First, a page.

I read a definition of the word "epiphany" in Merriam Webster Dictionaries which was:

An intuitive grasp of reality through something (such as an event) usually simple and striking

I wonder how how can something "simple" be "striking"?

  • 2
    Please explain why you think there is a problem with something being both simple and striking.
    – Colin Fine
    Commented May 20, 2019 at 10:21
  • @Colinfine- See that the word "simple" is preceded by "usually" which suggest that the thing has been acquired familiarity with. So, I don't think anything "familiar" is "striking" anymore.
    – Kelvin
    Commented May 20, 2019 at 10:56
  • Ah. You're misunderstanding "usually". It is not saying that the thing that is simple is familiar: it is saying that the kind of thing that gives an epiphany is often ("usually") both simple and striking.
    – Colin Fine
    Commented May 20, 2019 at 11:04

1 Answer 1


You can think of an intuitive grasp as "an insight," which you can experience as simple (clear). Such insight may or may be not striking (sudden and impressive).

In this context, simple refers to "not complex," and striking to "attracting attention." There's no contradiction between simple and striking. For example, you can see a rock rolling down a hill, which is a simple and striking event, and you get an insight and invent the wheel.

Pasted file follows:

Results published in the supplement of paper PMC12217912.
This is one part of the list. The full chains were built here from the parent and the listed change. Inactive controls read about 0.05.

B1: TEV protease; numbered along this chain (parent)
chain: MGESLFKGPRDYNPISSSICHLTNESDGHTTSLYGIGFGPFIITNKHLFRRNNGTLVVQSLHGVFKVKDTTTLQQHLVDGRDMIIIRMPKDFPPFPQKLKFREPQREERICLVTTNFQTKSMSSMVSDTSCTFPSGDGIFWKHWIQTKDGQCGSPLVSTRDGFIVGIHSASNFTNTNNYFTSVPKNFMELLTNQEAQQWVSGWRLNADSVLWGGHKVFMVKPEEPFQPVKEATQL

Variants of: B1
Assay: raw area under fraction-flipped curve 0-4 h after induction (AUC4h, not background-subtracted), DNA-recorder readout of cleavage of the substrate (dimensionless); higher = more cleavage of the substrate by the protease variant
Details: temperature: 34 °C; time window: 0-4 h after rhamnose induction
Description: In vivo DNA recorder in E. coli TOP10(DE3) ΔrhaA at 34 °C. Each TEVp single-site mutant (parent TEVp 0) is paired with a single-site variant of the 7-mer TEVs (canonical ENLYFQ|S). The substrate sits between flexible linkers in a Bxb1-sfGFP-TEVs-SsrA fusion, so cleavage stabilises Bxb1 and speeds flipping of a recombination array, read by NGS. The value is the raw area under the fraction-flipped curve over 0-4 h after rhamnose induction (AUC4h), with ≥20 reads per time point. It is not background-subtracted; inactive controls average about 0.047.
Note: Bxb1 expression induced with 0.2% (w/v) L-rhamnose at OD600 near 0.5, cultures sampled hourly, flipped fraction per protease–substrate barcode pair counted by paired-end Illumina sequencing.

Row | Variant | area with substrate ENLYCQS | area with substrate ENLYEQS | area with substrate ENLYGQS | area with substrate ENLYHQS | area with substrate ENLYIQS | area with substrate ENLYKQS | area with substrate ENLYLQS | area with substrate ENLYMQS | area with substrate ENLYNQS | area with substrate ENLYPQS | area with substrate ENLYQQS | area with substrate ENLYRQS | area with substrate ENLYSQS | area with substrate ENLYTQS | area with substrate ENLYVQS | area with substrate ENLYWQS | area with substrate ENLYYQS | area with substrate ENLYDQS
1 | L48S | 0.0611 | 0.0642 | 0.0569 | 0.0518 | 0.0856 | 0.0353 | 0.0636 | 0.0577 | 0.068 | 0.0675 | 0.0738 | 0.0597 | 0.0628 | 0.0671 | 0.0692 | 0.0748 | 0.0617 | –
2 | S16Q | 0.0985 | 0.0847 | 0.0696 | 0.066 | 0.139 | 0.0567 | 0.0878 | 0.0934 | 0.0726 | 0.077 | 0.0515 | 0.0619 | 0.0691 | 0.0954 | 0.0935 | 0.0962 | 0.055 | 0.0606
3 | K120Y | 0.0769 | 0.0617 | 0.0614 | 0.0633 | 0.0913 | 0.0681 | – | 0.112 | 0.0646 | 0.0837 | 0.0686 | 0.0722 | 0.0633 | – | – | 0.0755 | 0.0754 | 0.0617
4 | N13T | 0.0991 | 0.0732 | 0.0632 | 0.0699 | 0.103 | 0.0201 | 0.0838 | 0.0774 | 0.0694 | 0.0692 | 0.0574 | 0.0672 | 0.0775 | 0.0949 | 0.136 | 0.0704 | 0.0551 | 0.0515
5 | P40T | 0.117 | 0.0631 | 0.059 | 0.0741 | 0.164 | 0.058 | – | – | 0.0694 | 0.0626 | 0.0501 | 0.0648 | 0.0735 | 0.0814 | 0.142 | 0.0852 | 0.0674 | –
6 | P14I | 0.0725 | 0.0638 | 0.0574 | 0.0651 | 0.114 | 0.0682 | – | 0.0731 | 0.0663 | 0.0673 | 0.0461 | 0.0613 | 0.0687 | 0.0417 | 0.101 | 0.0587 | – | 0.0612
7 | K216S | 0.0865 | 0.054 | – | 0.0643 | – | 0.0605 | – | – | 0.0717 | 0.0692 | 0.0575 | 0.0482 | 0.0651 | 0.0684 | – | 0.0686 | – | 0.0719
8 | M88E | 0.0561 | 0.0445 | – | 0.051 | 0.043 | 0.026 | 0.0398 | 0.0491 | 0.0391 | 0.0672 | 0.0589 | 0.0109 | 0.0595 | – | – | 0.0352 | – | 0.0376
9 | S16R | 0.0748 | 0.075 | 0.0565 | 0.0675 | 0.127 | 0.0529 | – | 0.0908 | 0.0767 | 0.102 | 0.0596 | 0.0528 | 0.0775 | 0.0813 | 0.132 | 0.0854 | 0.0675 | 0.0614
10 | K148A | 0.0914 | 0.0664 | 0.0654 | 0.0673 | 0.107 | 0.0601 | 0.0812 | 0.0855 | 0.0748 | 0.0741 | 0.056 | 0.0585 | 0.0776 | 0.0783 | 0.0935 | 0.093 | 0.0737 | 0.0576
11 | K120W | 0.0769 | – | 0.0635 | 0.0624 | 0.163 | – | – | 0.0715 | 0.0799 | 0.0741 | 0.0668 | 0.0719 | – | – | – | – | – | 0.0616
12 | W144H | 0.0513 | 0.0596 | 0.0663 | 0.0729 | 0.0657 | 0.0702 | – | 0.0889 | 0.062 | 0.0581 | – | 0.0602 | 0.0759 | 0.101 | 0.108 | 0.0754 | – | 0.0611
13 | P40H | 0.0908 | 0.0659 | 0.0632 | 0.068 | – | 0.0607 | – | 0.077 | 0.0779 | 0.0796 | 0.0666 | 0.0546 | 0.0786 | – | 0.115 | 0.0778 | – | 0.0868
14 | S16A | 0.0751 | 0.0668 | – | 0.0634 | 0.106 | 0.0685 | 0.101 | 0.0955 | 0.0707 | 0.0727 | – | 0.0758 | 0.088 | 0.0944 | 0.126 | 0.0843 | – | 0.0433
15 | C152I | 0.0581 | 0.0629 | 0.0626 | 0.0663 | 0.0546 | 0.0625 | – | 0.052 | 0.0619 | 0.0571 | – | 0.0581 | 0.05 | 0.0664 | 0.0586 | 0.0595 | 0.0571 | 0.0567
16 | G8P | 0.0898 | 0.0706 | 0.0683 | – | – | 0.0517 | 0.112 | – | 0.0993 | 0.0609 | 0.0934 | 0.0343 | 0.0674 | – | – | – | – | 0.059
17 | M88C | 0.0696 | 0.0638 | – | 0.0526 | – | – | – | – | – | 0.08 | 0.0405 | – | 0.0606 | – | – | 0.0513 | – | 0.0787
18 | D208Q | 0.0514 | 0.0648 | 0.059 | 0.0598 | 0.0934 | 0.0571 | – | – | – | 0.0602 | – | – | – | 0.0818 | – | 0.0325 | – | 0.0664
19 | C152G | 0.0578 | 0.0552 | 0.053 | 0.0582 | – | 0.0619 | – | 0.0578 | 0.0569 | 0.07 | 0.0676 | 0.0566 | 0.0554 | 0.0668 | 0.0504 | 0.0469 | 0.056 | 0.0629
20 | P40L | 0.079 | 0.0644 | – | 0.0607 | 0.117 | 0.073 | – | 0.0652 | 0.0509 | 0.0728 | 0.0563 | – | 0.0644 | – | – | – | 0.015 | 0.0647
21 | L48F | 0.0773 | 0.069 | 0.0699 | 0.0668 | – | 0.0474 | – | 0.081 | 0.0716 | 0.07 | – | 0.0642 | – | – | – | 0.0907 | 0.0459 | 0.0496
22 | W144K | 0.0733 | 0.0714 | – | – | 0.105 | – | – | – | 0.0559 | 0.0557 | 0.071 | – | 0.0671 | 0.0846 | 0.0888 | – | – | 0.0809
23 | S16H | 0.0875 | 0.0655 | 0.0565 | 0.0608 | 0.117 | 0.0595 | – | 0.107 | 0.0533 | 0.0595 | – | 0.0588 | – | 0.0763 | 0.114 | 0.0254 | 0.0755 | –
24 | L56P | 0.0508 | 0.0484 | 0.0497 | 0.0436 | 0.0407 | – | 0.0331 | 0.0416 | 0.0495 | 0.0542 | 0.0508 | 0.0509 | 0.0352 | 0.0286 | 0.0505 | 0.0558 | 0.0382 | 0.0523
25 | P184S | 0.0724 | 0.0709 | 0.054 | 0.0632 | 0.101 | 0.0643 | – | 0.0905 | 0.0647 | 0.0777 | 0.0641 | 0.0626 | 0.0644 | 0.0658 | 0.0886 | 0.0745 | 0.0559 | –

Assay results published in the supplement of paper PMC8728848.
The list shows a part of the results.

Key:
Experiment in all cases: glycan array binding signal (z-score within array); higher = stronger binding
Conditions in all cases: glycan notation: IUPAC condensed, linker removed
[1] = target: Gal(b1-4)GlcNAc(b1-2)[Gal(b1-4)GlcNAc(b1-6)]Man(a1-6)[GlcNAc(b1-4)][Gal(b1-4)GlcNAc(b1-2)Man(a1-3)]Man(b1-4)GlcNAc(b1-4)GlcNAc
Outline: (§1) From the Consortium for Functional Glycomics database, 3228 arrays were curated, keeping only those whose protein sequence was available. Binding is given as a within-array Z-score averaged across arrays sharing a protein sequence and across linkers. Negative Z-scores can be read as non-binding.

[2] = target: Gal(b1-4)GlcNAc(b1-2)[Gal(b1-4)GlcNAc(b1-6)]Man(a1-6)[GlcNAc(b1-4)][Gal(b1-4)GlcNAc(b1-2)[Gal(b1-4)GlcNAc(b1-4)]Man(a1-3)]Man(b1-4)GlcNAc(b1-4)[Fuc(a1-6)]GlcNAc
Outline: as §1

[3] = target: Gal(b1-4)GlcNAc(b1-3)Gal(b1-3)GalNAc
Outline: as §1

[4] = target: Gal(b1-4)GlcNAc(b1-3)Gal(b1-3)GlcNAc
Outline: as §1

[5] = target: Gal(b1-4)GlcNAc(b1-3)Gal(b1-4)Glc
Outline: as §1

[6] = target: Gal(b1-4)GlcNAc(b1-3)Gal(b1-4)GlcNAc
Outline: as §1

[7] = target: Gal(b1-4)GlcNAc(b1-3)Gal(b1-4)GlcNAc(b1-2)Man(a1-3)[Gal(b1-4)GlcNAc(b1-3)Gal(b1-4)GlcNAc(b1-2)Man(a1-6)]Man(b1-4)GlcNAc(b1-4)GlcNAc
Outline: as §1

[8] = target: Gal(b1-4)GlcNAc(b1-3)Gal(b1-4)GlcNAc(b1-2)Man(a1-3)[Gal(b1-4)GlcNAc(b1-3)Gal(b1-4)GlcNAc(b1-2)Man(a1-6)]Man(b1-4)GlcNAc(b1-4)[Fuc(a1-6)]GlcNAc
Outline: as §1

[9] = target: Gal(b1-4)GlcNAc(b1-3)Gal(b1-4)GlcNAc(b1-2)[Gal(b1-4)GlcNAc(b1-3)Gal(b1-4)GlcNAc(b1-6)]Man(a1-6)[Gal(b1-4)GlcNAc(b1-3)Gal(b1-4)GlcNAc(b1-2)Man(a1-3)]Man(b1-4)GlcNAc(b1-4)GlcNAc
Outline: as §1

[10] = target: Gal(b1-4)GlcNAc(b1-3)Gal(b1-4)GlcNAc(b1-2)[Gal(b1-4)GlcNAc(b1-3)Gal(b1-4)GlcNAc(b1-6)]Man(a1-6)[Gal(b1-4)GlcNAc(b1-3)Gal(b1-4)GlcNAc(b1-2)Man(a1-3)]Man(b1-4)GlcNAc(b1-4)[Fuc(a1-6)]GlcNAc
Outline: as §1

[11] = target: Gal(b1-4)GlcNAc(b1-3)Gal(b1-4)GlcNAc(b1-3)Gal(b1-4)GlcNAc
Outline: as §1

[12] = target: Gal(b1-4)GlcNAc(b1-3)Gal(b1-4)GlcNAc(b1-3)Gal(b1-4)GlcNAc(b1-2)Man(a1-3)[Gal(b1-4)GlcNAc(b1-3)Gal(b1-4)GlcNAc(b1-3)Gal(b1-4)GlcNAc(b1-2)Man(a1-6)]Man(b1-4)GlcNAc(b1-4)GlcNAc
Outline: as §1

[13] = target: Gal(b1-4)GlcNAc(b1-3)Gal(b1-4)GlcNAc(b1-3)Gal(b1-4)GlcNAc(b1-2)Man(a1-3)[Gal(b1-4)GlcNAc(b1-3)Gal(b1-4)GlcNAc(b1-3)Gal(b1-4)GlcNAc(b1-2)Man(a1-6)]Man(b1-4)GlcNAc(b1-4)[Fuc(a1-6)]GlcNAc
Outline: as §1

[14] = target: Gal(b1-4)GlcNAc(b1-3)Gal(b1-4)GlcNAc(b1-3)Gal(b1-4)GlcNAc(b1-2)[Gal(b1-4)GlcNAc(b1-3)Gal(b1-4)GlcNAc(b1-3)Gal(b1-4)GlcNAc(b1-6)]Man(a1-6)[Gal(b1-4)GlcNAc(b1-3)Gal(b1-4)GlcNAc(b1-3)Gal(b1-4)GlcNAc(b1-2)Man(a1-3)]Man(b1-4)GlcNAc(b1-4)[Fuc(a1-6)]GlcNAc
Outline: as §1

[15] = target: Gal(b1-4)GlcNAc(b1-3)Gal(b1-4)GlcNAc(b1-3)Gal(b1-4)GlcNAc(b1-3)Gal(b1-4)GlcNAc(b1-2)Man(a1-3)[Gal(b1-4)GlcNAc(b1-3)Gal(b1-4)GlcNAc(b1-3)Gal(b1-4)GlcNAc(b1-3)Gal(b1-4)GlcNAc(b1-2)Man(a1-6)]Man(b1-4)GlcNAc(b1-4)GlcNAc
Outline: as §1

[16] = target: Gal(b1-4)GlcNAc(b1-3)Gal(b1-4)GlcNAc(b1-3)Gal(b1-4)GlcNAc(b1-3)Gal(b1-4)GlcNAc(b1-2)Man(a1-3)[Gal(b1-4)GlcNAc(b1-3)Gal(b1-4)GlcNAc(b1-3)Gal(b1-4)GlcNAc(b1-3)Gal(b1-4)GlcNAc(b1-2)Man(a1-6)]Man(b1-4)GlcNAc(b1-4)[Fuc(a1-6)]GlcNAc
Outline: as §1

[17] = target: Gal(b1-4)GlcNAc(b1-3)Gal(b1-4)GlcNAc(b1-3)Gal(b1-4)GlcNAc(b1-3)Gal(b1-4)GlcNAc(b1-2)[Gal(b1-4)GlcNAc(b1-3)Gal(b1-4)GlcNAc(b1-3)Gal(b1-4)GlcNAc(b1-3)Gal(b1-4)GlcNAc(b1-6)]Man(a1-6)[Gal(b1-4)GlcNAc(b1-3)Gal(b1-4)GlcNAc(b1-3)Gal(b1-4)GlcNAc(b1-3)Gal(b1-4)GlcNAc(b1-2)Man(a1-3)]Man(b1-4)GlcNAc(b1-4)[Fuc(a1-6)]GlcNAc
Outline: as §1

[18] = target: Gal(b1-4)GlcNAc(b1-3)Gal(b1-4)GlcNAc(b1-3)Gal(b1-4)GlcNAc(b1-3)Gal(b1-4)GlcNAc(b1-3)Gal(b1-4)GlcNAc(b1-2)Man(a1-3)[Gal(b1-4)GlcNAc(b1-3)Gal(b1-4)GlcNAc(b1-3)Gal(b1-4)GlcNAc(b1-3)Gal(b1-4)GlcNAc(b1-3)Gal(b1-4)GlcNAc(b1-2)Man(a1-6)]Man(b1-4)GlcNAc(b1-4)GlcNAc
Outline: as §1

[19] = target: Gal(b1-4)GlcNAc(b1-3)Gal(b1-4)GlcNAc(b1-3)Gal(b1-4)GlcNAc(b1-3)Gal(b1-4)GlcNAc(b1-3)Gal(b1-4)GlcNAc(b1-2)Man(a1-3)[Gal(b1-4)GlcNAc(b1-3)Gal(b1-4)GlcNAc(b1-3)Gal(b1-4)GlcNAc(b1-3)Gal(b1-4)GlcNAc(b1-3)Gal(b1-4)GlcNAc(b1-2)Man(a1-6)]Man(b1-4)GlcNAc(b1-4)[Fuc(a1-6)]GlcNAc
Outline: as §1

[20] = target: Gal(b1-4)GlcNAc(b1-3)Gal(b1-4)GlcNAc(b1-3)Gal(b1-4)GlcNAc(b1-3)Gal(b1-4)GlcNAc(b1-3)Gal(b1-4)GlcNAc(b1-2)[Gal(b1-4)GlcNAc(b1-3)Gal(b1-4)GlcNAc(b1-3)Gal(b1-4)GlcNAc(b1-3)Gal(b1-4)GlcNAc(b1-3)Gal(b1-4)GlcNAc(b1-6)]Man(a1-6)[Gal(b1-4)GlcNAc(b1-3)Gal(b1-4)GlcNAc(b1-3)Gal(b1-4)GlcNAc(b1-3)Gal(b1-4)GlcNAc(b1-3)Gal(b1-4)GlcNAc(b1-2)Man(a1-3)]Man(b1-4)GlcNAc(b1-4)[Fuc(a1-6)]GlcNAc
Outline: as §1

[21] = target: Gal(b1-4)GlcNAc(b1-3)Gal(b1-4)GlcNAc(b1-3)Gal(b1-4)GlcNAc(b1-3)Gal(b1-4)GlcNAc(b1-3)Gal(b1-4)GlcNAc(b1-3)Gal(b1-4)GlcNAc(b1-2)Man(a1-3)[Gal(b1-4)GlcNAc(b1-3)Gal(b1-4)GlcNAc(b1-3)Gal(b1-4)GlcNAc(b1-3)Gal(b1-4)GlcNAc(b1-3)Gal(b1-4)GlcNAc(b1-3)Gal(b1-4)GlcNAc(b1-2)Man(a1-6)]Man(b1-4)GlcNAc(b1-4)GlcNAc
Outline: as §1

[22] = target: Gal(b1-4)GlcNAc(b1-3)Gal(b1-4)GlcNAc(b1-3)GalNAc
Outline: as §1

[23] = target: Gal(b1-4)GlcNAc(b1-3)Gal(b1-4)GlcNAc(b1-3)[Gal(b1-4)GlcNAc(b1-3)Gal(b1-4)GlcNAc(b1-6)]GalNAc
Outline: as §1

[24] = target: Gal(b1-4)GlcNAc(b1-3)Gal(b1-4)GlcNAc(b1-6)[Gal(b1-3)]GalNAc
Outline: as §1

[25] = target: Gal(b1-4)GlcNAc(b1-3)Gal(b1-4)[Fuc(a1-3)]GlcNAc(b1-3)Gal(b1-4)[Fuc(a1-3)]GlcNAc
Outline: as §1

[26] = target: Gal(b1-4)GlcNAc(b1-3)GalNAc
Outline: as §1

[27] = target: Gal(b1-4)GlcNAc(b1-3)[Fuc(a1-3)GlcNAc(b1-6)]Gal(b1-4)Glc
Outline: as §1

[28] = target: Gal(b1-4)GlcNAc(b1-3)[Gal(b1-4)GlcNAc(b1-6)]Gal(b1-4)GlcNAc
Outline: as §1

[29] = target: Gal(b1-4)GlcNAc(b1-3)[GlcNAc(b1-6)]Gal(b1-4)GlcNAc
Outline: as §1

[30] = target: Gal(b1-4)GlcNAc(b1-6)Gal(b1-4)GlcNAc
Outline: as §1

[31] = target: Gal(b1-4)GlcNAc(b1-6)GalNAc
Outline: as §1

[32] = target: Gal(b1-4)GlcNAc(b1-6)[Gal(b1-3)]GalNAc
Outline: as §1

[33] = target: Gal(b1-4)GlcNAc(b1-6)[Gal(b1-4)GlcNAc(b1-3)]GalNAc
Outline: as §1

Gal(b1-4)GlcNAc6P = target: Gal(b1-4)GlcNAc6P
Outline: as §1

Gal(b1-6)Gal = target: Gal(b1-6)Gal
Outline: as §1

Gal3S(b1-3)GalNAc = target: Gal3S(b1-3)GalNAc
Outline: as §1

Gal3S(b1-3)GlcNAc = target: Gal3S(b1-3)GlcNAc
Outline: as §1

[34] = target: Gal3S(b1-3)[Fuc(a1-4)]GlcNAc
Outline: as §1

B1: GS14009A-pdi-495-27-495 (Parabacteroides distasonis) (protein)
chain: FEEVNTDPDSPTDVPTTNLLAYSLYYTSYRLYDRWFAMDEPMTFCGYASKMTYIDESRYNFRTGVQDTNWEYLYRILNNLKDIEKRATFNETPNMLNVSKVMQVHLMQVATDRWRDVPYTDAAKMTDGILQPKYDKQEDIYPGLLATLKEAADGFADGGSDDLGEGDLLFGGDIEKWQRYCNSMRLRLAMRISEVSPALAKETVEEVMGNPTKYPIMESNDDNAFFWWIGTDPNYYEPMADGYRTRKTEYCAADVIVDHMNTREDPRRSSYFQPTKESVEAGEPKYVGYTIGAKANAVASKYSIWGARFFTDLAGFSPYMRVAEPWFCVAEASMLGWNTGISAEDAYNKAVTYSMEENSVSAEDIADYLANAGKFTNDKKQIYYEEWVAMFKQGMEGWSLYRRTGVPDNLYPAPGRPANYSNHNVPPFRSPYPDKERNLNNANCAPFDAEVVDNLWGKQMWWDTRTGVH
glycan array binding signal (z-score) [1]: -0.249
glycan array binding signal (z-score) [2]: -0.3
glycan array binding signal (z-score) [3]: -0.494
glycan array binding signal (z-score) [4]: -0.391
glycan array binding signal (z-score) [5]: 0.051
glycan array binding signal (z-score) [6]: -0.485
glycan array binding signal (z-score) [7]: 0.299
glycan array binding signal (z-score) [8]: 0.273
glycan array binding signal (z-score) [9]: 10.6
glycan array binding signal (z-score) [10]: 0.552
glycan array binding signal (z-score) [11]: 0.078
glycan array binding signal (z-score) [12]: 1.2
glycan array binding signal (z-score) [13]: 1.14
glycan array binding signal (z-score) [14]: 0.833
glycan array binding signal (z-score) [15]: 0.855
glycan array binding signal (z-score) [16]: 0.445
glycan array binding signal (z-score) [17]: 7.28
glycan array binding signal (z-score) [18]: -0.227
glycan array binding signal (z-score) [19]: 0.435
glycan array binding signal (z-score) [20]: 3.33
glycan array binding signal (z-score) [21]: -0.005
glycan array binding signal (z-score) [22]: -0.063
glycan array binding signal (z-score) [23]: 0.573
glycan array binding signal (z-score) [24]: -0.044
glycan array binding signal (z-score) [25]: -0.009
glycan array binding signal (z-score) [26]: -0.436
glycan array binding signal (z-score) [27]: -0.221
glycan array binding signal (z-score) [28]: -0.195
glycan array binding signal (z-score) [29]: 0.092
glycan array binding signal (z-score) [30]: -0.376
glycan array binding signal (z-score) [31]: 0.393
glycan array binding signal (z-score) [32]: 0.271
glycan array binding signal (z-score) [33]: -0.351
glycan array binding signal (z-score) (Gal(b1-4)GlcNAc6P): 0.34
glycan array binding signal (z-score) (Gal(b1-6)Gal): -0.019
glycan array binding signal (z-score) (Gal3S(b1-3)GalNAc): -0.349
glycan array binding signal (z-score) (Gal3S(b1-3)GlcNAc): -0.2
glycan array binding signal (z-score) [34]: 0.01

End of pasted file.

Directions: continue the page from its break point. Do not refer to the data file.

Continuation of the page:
Intuitive means perceiving directly by intuition without rational thought [and, therefore, perceiving it as "simple"] (Dictionary.com)

  • @Jan- please note that the "usually" before "simple" connotes that the "something" has been got familiar with. So, I wonder if anything "familiar" remains "striking" anymore.
    – Kelvin
    Commented May 20, 2019 at 11:00
  • In the given sentence, "usually" does not apply just to simple. There is no phrase "usually simple" there. It means that people usually experience that as simple and striking at the same time.
    – Jan
    Commented May 20, 2019 at 11:12
  • By the first part of your answer, it is clear that you think that "simple and striking" are qualifying "an intuitive grasp" not that "something". Is it really so?
    – Kelvin
    Commented May 20, 2019 at 11:18
  • No, I don't think in my original sentence simple and striking refer to the experience of epiphany but rather to that something, as is clear from the comment of Colin Fine.
    – Kelvin
    Commented May 20, 2019 at 11:26
  • Yes, you are correct: "simple and striking" refers to "something" (to the event that triggers an intuitive grasp). I edited my answer.
    – Jan
    Commented May 20, 2019 at 11:50

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